Bonnie Raitt is an idolized American roots musician who, in the span of a 40-plus-year career, has earned name recognition with both critics and casual fans.
The guitarist – famous for wild red hair and brown Fender strat – is in the midst of a massive tour in support of her latest album, “Dig in Deep,” which was released last year. The tour stops Tuesday night at Fresno’s Warnors Theatre.
Speaking on the phone in advance of the concert, Raitt is friendly and fast-talking as she explains her writing process, the surprise she felt at her recent success and why she couldn’t turn down doing a stadium tour with James Taylor.
The songs of ‘Dig in Deep’
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Raitt is a songwriter who is not above doing a cover tune or two. There are several on “Dig in Deep,” including her take on INXS’ “Need You Tonight.”
“I love doing covers, making them mine,” Raitt says.
When she does write a song, it’s because she’s looking for way to express a certain thought or wants to explore a particular kind of groove. She wrote five of the 12 tracks on “Dig in Deep.” Several were written specifically to play live.
“I custom-wrote some songs to go with what I wanted to add into my show,” Raitt says.
That includes “What You’re Doing to Me,” a Leon Russell-style gospel number that allows Raitt to play some piano on stage.
Yes, Raitt is known as a guitarist. She is one of the greatest of all time, according to Rolling Stone. She also is self-taught and learned mostly by playing along to Joan Baez records, she says. The instrument doesn’t have quite the reach she needs when writing. So, she often writes at the piano.
“I love playing piano. I don’t do it very often,” Raitt says, pointing out she has a great keyboard player in her band.
You can expect Raitt to set down the guitar and play piano for a few numbers during her set.
The new crowd
“Dig in Deep” and its 2012 predecessor, “Slipstream,” mark a return for Raitt.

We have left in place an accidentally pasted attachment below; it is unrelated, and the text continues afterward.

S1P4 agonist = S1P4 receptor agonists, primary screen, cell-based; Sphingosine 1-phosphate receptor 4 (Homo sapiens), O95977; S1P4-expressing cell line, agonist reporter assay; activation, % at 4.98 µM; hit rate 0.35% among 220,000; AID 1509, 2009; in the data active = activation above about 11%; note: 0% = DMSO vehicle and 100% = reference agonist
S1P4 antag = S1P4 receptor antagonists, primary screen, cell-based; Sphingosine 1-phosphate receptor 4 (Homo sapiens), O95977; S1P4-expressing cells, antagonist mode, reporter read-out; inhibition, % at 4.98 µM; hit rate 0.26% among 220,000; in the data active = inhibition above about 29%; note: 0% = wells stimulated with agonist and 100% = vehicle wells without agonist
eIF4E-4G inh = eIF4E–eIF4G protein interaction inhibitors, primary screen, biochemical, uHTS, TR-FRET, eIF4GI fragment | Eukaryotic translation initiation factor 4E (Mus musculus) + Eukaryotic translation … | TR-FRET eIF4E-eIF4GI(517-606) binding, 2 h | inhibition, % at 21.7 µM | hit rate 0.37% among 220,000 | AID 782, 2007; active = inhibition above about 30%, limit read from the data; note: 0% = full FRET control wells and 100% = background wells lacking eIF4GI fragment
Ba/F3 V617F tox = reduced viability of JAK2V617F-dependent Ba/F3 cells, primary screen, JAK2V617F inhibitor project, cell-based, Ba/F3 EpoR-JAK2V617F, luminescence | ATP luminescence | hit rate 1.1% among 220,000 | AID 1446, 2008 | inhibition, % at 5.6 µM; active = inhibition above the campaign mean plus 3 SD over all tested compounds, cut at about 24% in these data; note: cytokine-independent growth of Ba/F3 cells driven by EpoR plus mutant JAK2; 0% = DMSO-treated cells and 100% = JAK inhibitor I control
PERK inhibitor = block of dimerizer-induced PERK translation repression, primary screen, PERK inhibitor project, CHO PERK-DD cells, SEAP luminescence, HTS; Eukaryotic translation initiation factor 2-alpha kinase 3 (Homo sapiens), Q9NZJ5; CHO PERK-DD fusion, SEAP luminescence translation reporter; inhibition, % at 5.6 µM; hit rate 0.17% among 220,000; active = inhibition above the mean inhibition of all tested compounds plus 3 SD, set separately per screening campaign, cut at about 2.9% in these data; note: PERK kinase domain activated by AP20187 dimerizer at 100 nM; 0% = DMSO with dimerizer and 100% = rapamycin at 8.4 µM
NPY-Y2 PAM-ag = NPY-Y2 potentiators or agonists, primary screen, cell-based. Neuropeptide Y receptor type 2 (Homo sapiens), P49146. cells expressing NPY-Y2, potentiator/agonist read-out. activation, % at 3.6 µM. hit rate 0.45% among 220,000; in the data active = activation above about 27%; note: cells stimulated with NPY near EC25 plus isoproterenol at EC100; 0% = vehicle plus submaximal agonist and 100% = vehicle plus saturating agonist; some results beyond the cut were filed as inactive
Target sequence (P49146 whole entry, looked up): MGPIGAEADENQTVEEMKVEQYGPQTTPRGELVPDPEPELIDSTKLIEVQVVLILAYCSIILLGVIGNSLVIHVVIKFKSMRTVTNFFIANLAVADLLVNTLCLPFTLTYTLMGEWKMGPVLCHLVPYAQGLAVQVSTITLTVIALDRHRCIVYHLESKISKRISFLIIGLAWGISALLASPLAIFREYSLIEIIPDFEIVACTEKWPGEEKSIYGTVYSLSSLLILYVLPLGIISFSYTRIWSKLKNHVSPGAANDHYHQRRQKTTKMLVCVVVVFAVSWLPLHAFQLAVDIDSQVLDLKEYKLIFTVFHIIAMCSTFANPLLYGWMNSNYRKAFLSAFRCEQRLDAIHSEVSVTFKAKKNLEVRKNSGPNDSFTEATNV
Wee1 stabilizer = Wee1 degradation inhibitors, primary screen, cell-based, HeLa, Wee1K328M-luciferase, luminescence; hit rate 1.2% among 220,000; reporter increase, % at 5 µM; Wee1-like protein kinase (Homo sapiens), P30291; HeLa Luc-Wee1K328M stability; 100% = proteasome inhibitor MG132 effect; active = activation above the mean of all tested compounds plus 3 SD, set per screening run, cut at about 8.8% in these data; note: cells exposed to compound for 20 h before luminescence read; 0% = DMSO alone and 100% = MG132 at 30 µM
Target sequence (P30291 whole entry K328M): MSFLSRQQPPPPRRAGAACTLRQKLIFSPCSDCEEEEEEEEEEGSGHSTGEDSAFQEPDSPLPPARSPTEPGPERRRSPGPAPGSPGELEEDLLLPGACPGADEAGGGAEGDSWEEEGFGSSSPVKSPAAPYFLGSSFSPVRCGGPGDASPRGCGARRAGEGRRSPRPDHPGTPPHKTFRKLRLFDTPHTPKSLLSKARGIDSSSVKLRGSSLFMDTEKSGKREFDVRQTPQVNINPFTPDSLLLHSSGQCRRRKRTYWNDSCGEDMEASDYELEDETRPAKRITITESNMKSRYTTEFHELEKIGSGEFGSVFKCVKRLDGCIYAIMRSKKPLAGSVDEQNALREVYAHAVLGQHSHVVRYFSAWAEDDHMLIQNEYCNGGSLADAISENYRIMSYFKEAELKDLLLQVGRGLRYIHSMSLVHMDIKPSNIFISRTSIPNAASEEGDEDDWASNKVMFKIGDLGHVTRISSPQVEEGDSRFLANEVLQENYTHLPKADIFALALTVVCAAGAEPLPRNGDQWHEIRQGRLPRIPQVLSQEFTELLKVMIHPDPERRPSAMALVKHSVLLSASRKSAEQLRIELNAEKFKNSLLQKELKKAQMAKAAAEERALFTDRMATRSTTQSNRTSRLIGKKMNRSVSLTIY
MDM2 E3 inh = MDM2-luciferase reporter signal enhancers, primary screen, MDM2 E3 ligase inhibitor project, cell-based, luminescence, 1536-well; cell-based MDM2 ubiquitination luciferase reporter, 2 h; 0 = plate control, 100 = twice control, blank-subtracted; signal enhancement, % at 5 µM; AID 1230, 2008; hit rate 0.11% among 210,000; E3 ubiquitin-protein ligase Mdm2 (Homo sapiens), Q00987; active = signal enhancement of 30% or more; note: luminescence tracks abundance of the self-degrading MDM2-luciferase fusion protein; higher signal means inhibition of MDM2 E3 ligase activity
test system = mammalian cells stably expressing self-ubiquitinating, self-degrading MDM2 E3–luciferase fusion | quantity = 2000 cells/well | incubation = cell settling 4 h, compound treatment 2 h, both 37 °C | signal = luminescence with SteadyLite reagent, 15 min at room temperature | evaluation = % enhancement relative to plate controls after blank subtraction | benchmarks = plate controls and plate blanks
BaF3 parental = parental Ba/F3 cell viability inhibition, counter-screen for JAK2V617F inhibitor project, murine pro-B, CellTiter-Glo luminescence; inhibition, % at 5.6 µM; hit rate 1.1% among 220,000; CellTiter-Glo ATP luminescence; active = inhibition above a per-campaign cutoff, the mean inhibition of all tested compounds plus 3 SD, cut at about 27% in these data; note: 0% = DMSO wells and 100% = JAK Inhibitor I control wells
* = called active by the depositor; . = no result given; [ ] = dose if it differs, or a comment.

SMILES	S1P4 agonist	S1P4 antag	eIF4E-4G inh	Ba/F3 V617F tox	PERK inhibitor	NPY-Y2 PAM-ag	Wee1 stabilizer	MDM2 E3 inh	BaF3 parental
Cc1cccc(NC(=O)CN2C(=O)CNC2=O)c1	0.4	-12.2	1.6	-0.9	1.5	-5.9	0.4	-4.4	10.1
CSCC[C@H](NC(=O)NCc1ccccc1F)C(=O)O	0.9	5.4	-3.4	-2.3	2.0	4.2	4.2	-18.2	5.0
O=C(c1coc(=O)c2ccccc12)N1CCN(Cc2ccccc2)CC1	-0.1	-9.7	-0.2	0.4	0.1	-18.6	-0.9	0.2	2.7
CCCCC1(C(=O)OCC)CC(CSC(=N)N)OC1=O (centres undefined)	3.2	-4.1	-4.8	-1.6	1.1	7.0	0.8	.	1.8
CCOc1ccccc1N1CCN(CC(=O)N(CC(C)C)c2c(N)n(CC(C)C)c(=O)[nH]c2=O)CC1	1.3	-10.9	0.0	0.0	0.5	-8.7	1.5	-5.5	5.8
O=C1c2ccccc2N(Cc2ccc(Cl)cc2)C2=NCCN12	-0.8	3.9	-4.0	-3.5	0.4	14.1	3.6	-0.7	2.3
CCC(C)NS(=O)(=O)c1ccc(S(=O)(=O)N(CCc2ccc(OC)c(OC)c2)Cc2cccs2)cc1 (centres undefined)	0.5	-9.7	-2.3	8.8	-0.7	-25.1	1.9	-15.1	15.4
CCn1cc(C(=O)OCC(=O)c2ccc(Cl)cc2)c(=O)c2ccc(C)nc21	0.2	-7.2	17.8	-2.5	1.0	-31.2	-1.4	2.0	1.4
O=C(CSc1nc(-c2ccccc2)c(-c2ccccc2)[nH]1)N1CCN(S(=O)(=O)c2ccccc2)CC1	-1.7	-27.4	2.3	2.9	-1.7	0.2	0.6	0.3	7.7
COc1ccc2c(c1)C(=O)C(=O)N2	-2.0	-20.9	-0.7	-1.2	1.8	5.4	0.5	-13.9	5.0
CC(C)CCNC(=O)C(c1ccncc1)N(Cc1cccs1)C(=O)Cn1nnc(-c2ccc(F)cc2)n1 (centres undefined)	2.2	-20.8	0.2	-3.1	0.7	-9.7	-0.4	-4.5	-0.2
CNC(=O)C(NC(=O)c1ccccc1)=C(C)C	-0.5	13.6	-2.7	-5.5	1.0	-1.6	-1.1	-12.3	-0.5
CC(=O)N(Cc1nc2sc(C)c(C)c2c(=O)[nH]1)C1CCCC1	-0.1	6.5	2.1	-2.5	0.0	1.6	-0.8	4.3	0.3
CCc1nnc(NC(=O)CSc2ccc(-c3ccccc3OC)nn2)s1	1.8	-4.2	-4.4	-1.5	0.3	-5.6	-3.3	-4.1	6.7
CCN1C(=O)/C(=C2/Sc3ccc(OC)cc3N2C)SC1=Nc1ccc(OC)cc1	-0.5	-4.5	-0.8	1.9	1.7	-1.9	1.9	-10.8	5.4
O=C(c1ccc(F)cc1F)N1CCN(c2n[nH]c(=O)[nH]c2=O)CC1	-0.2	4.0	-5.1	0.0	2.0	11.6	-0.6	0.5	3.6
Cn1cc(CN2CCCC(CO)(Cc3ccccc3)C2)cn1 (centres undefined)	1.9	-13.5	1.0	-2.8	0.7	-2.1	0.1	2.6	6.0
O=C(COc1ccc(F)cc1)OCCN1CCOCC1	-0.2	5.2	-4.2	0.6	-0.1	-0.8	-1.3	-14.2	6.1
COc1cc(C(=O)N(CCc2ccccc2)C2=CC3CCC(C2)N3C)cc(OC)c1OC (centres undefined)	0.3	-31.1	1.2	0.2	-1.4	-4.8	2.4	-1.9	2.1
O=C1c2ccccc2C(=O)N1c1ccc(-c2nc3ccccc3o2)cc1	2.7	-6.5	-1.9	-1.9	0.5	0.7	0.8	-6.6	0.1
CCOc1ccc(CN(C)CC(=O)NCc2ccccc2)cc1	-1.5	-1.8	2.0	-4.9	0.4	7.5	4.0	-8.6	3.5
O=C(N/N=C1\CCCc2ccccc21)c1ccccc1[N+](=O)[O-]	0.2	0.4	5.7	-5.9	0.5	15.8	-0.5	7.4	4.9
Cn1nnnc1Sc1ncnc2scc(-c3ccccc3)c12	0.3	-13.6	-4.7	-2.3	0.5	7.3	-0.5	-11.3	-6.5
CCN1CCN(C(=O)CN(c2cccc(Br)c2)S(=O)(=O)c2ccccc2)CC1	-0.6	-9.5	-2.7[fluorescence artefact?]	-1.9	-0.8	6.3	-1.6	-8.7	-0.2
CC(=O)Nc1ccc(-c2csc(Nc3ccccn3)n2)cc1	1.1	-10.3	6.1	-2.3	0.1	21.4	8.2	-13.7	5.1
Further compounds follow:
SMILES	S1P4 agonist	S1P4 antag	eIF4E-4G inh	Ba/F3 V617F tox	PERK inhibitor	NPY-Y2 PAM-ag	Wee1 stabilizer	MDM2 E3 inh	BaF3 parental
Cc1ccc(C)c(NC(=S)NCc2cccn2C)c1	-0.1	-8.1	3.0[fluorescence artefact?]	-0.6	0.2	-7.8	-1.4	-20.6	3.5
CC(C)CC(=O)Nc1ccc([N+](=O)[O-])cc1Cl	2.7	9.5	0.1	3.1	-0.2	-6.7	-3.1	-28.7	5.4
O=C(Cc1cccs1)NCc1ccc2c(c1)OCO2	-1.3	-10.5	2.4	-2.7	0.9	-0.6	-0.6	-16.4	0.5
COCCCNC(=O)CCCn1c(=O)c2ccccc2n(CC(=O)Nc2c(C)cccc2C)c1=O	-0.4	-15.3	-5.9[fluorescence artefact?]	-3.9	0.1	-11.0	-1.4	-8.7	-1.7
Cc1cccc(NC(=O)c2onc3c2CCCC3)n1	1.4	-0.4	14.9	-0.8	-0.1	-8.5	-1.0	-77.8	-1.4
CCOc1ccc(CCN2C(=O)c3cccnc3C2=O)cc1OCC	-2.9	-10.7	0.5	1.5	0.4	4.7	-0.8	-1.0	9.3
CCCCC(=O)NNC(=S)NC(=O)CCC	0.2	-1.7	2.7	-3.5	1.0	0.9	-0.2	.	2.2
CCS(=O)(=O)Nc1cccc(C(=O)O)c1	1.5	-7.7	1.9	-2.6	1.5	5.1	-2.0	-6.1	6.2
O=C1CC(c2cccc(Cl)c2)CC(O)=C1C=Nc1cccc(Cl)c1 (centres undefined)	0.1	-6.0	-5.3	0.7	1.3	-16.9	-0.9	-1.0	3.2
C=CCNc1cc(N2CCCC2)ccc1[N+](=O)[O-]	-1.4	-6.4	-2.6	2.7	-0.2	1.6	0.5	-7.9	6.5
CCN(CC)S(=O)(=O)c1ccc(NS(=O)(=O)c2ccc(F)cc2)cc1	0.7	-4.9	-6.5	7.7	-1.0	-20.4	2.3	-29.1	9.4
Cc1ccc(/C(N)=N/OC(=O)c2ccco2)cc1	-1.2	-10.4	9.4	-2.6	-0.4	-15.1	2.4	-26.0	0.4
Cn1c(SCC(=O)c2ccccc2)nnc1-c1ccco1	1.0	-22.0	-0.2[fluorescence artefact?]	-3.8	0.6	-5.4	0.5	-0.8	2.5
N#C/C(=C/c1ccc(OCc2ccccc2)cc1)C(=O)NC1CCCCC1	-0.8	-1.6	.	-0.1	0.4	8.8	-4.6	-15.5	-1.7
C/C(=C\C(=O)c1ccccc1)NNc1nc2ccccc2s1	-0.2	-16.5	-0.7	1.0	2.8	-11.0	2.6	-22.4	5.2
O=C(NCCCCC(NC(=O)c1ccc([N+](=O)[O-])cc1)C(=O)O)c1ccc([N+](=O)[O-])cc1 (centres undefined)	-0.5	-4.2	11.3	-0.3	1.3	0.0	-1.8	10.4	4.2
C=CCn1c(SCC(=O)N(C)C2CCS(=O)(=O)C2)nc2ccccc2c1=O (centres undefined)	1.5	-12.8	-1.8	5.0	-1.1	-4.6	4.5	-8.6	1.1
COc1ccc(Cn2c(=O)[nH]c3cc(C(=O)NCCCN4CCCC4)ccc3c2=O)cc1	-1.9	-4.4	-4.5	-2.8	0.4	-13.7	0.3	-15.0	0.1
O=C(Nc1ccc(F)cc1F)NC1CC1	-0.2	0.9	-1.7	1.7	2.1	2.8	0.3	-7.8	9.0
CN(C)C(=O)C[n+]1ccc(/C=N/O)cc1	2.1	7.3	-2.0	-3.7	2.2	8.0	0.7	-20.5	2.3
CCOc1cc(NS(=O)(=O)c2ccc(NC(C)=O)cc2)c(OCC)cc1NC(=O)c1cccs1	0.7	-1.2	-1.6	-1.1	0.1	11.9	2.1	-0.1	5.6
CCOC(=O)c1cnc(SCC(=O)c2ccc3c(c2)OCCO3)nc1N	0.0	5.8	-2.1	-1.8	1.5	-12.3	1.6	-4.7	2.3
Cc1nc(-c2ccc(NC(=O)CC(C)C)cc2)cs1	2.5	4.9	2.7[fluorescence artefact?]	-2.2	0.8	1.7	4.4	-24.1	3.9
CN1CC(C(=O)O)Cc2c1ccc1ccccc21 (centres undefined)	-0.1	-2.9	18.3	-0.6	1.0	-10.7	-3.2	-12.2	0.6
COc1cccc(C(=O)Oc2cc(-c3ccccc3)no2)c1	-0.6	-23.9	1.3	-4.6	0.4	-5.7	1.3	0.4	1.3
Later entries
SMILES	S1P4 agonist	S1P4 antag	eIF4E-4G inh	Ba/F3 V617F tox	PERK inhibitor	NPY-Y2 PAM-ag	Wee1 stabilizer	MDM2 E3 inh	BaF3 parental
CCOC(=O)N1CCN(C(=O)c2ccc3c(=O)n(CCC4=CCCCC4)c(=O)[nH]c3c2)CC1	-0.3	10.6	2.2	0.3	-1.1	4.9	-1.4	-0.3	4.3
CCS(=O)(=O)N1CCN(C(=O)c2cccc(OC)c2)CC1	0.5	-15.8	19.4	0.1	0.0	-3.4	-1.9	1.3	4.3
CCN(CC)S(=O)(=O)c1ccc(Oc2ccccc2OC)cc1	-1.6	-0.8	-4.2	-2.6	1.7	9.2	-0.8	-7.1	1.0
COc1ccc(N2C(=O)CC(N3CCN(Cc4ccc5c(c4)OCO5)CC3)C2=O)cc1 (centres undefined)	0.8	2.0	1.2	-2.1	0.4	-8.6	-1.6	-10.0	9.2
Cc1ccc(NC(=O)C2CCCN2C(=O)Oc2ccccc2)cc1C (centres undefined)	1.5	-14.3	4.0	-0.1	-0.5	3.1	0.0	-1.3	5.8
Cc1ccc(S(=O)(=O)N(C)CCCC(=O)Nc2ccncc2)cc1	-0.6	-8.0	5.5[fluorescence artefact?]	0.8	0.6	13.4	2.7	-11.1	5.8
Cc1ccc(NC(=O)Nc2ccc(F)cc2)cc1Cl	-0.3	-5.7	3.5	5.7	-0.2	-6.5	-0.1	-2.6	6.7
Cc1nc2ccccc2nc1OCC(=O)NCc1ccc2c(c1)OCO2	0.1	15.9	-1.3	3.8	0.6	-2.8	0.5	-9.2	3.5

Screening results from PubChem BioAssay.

“Slipstream” was viewed by some as the best album of her career and earned her a Grammy for best Americana album. It came after a decade of familial obligations and a packed schedule of touring and making albums that kept her busy, yes, but not fully inspired. She took a hiatus in 2010 and returned to music with a new vitality. That only increased with the positive reception for “Slipstream” and its subsequent tour.
It was a delightful surprise, she says.
“I was buoyed by that success.”
With that has come a crop of new, younger fans coming out to see her shows.
“It’s the kids of the women who heard “Nick of Time,’ ” she says.
“Nick of Time” was Raitt’s 10th album and released 20 years into her career. It was her first major commercial success. It hit No. 1 on Billboard’s Top 200 and won the Grammy for album of the year.
Back on the road
For the “Dig in Deep” tour, Raitt is doing more than 75 dates, mostly in places she hasn’t been to in a while. That includes cities such as Fresno (she did play Table Mountain Casino in 2013) but also Canada. She plays a series of Canadian dates in June. It’s her first extended tour in Canada in 10 years.
After that, Raitt heads back on the road, where she plays with James Taylor on a series of ballpark concerts, including AT&T Park in San Francisco on July 29.
The tour is an anomaly for Raitt. In the past, she tended to shy away from the giant stadium shows, she says. The tour works for her now because of technology.
“They have these wonderful high-def screens and great sound now,” she says. “There’s not a bad seat in the place.”
Plus, she’s been to a few of these outdoor stadium shows herself and says there is a certain shared joy that comes from being in crowds of that size to see a band like U2, the Rolling Stones or Paul McCartney. She has seen them all.
“It really is the tribal feeling of 40,000 people just screaming out lyrics and celebrating cultural continuity,” she says.
“It just becomes such a special event to be part of that audience.”